Rich, Louise Dickinson. We Took to the Woods. Kingsport: Kingsport Press, 1942.
I love it when a book is so fun to read you don’t notice the time. You simply start reading and suddenly it’s three hours later and you are practically finished with the entire thing. Such is the case with We Took to the Woods. Rich is a fantastic storyteller. What makes her story even more appealing is the fact it’s a true story (complete with photographs) and Rich has a great sense of humor. Maine humor, if you will. It’s a great combination.
Probably the most fascinating element to We Took to the Woods is how current it is 70 years after being published. You can read about living in a cabin deep in the woods of Maine today and find it eerily similar to how Rich described it back then. A simple way of life is a simple way of life. I guess you could say simplicity barely changes. Rich divides her chapters into the most frequently asked questions she has had to answer over the years: “But how do you make a living?” “Aren’t you ever frightened?” and “Do you get out very often?” to name a few. It’s as if she wrote the book to shut people up about her unique lifestyle, living in the far Northern section of Maine in the middle of nowhere.
Favorite lines (and there were a few of them): “I see no point in being modest about the things you know you do well” (p 47), “You can neither remodel nor ignore a thing as big as winter” (p 62), and “It’s unreasonable, I know; but some fears lie beyond reason” (p 76). Here are two that illustrate her sense of humor: ” I can also run my household as badly as I please, and our house guests can sun-bathe in the altogether without hindrance” (p 307) and “I find her very tiresome at close range, but at a distance I rather admire her spirit” (p 307-308).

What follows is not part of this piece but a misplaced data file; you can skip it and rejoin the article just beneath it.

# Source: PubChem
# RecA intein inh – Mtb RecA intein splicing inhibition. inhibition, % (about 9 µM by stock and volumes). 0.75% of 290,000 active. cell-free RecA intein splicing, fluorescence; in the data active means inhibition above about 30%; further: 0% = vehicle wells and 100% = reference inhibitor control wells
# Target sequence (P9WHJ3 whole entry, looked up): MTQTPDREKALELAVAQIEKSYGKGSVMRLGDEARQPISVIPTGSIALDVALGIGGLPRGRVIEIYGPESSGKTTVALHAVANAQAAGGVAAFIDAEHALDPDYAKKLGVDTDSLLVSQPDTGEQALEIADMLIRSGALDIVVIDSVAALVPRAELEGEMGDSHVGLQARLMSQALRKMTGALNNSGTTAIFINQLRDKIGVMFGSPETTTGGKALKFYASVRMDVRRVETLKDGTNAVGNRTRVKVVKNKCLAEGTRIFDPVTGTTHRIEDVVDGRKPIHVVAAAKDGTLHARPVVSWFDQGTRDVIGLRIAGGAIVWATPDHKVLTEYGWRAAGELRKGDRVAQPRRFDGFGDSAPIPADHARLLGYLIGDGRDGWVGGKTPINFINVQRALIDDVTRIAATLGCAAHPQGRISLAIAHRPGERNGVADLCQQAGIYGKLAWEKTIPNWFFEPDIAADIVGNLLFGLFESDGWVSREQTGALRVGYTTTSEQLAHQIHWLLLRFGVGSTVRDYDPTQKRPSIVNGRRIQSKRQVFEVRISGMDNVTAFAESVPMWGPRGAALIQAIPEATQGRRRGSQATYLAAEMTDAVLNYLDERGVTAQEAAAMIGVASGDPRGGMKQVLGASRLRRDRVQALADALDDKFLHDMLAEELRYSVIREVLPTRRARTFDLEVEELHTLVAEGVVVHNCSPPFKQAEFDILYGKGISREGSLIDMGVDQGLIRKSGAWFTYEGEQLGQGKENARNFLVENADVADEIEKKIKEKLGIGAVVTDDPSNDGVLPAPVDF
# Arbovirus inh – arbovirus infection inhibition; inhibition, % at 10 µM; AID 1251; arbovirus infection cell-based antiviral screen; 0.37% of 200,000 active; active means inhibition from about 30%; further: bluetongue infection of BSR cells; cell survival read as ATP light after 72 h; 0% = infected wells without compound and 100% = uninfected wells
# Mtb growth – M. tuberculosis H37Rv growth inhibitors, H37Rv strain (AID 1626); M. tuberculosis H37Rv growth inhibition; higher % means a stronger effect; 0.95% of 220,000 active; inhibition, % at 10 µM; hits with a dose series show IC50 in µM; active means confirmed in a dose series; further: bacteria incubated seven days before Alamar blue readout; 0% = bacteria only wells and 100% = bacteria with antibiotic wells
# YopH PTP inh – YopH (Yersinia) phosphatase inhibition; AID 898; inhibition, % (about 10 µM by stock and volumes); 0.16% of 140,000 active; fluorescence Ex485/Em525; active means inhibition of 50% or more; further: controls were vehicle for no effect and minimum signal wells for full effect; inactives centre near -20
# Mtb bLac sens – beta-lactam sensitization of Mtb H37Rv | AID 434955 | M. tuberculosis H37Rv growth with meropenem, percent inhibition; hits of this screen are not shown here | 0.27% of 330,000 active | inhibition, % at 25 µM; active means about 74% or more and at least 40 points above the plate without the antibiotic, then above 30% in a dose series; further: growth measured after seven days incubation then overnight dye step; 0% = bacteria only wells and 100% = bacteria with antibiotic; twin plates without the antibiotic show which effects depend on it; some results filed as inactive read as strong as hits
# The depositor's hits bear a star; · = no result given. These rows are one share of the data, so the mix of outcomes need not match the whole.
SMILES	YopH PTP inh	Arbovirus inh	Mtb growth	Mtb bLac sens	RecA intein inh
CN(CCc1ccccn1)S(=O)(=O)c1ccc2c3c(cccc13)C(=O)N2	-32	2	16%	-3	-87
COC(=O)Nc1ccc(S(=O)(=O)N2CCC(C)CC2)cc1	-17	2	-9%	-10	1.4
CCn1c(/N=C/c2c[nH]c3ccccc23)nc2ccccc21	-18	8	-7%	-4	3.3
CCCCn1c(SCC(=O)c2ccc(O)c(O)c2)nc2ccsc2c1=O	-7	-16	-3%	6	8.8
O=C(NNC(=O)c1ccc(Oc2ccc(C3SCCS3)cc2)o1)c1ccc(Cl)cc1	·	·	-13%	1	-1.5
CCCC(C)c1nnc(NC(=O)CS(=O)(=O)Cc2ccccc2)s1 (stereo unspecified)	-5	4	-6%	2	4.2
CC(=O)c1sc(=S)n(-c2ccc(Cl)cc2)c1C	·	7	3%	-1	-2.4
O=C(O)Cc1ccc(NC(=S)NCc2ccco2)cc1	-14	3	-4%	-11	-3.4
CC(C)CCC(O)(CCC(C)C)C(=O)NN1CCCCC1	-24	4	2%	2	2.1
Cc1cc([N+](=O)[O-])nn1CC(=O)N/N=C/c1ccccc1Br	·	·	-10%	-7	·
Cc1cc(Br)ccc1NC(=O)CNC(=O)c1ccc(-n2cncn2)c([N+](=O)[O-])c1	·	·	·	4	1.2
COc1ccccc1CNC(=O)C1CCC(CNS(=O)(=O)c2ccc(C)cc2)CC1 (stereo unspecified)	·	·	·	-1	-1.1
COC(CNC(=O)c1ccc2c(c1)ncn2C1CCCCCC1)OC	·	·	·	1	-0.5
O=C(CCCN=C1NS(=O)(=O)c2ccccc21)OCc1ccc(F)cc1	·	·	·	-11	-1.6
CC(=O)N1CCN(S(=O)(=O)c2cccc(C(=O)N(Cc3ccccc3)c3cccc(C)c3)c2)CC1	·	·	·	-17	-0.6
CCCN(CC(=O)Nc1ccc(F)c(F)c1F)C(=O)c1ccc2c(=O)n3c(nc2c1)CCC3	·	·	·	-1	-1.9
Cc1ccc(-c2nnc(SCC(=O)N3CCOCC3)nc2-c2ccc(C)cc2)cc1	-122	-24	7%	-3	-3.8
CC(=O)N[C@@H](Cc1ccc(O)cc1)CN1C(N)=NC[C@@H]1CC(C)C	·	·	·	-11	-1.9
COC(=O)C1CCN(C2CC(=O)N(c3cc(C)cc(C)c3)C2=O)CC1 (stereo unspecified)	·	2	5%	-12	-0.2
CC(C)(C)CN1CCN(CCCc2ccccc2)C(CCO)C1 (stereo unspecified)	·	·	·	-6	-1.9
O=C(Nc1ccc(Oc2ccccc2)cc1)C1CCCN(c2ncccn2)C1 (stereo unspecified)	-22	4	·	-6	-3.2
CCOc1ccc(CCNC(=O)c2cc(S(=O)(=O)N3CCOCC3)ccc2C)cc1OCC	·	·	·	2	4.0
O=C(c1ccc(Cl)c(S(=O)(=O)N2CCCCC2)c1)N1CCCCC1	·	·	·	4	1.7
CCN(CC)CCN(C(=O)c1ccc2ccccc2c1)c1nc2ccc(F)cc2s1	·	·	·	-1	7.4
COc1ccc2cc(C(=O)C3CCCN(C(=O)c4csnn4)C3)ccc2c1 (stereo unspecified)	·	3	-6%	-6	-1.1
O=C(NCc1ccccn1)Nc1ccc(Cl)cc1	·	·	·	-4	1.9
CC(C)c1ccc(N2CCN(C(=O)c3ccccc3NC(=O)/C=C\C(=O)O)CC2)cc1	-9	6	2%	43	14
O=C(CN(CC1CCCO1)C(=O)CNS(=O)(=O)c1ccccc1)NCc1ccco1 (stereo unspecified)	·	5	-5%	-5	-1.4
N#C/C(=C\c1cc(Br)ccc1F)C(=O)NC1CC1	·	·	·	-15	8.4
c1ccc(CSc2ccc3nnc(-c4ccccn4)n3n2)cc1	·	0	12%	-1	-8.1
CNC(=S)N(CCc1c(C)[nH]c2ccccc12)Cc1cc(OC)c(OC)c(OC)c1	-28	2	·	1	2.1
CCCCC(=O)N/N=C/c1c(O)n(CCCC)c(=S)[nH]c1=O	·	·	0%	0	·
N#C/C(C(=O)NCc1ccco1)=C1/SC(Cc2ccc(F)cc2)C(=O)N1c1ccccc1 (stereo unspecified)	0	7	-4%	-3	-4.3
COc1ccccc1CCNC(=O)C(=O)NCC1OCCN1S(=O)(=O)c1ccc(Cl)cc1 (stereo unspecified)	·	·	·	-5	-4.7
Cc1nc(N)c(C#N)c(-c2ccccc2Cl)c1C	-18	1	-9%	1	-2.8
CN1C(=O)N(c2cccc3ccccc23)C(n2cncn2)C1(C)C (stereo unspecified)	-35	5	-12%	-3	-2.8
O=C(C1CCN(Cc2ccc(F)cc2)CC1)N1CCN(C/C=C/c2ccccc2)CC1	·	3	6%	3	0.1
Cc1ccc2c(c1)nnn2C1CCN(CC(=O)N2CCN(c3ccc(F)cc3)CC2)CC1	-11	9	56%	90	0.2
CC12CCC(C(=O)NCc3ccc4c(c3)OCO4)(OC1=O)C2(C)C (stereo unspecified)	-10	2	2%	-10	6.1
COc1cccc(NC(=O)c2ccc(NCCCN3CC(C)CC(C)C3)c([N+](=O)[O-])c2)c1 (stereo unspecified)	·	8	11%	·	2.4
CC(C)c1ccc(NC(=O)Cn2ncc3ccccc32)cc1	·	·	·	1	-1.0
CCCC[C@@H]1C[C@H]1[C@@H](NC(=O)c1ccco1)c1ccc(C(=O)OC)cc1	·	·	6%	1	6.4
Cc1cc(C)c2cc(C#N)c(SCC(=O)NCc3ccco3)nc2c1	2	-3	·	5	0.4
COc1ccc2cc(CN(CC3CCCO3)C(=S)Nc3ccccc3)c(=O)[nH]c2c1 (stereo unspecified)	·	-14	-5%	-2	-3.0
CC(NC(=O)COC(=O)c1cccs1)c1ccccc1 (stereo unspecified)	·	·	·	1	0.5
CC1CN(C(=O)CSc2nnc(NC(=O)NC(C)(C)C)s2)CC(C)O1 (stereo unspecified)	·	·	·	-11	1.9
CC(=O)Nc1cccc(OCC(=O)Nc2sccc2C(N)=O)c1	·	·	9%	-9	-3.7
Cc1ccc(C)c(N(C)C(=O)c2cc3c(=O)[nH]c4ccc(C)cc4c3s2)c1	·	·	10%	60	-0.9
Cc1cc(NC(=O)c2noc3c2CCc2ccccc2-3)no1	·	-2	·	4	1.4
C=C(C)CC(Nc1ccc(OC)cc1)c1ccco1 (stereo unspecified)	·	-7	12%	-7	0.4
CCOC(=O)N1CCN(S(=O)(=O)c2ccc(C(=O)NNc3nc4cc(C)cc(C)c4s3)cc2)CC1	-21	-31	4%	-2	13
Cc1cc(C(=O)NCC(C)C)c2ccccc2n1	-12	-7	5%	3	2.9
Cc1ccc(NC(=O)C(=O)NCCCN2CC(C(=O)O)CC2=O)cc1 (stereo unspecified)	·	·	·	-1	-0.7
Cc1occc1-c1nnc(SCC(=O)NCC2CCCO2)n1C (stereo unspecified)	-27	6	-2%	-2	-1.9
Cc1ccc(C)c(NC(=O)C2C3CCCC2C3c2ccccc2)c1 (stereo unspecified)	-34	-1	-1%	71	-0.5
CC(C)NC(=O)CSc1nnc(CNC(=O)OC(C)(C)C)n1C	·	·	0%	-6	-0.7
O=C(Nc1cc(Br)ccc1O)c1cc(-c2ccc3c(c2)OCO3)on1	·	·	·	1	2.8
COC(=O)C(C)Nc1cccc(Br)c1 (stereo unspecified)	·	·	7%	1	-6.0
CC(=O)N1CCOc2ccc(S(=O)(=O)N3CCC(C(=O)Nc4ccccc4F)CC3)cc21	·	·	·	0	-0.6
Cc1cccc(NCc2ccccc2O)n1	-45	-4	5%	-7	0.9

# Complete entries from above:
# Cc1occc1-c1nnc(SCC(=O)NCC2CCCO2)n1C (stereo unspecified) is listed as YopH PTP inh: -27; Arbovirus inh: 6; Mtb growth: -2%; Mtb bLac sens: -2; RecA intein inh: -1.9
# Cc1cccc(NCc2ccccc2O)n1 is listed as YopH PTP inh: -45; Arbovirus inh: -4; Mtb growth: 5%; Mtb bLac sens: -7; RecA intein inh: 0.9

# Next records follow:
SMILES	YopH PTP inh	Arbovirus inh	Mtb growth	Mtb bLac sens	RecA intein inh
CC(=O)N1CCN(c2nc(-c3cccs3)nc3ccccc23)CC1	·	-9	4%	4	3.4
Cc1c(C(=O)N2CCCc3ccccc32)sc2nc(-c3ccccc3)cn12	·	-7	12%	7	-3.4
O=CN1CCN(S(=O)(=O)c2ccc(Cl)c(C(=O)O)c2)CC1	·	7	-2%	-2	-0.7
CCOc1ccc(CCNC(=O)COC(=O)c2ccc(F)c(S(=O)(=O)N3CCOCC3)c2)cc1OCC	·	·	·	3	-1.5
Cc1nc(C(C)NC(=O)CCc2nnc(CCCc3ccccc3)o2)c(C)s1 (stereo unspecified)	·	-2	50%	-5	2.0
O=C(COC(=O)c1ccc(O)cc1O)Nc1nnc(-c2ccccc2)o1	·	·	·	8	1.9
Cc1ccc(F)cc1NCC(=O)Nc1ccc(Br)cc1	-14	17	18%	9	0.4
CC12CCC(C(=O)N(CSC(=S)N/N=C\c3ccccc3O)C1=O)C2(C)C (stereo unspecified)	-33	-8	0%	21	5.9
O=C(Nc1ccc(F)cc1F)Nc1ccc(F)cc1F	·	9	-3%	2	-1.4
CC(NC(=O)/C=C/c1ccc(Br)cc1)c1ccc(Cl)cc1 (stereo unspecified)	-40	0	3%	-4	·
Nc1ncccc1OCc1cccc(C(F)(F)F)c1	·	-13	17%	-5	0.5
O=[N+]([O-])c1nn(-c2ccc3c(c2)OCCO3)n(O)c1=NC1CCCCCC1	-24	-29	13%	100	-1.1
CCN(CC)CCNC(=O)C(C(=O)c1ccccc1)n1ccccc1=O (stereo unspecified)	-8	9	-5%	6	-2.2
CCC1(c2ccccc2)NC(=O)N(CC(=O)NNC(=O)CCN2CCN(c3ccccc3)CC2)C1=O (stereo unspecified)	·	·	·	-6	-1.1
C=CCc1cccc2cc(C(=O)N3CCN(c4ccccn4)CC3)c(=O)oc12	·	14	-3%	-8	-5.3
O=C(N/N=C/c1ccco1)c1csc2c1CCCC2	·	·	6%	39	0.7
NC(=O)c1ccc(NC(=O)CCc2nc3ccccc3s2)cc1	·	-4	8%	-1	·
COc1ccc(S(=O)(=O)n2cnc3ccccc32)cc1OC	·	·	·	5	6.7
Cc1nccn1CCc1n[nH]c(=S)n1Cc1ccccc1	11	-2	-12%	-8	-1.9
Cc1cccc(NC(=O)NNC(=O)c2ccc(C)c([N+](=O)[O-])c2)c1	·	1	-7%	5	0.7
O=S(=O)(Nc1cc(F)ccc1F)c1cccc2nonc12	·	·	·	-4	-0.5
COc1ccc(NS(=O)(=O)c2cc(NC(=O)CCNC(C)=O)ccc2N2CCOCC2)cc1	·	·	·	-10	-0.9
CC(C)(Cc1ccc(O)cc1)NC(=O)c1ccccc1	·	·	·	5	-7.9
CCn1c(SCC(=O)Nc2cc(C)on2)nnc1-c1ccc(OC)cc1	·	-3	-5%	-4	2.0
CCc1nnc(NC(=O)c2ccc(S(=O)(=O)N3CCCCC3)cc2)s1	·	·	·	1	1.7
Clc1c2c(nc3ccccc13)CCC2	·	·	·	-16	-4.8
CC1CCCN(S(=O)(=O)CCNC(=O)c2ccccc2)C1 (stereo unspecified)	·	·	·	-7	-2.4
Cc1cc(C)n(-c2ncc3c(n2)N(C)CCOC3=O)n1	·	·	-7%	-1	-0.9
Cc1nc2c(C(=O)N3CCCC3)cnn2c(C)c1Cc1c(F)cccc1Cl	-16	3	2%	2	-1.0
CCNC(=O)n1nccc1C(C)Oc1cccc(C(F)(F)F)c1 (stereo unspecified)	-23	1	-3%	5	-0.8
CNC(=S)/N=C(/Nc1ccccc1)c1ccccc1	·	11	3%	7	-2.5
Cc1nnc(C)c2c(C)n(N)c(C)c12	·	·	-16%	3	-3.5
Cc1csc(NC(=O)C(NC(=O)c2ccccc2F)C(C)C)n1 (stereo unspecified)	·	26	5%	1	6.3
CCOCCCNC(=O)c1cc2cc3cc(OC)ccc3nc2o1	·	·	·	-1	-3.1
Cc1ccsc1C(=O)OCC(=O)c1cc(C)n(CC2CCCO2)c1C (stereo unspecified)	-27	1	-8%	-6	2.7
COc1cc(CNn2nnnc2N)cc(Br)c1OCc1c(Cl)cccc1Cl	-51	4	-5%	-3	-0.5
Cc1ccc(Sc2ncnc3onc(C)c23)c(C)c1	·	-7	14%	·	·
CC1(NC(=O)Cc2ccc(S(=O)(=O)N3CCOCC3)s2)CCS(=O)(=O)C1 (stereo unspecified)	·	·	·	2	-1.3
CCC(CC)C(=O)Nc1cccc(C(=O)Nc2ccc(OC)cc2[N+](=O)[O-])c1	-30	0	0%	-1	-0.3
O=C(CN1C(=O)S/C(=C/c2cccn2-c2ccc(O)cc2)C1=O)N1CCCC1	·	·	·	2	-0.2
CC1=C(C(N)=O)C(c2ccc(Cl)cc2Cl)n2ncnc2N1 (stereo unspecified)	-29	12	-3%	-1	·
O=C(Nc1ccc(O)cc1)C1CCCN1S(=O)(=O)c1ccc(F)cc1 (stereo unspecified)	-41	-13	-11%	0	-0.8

AS an aside – Rich writes about the hurricane of 1938 and how it felled enough trees to make a giant log jam. I find it interesting I am also reading about another natural disaster, the blizzard of 1978 – forty years later.
Reason read: We Took to the Woods takes place in Maine. Maine has an annual lobster festival in Rockland every August. A coastal celebration is enough reason to read about the Rangeley woods.
Author Fact: Louise Dickinson Rich didn’t start off as a writer. She was a teacher first, but always wanted to write a book. I’m glad she did.
Book Trivia: We Took to the Woods was Rich’s first book. She went on to write another one that has been on my bookshelf for years.
BookLust Twist: From Book Lust To Go in the chapter called “The Maine Chance” (p 135).
postscript~ I doubt I will forget We Took to the Woods anytime soon. Coincidentally, it is the book I chose to read aloud to Cassidy when she went missing her first night in the woods.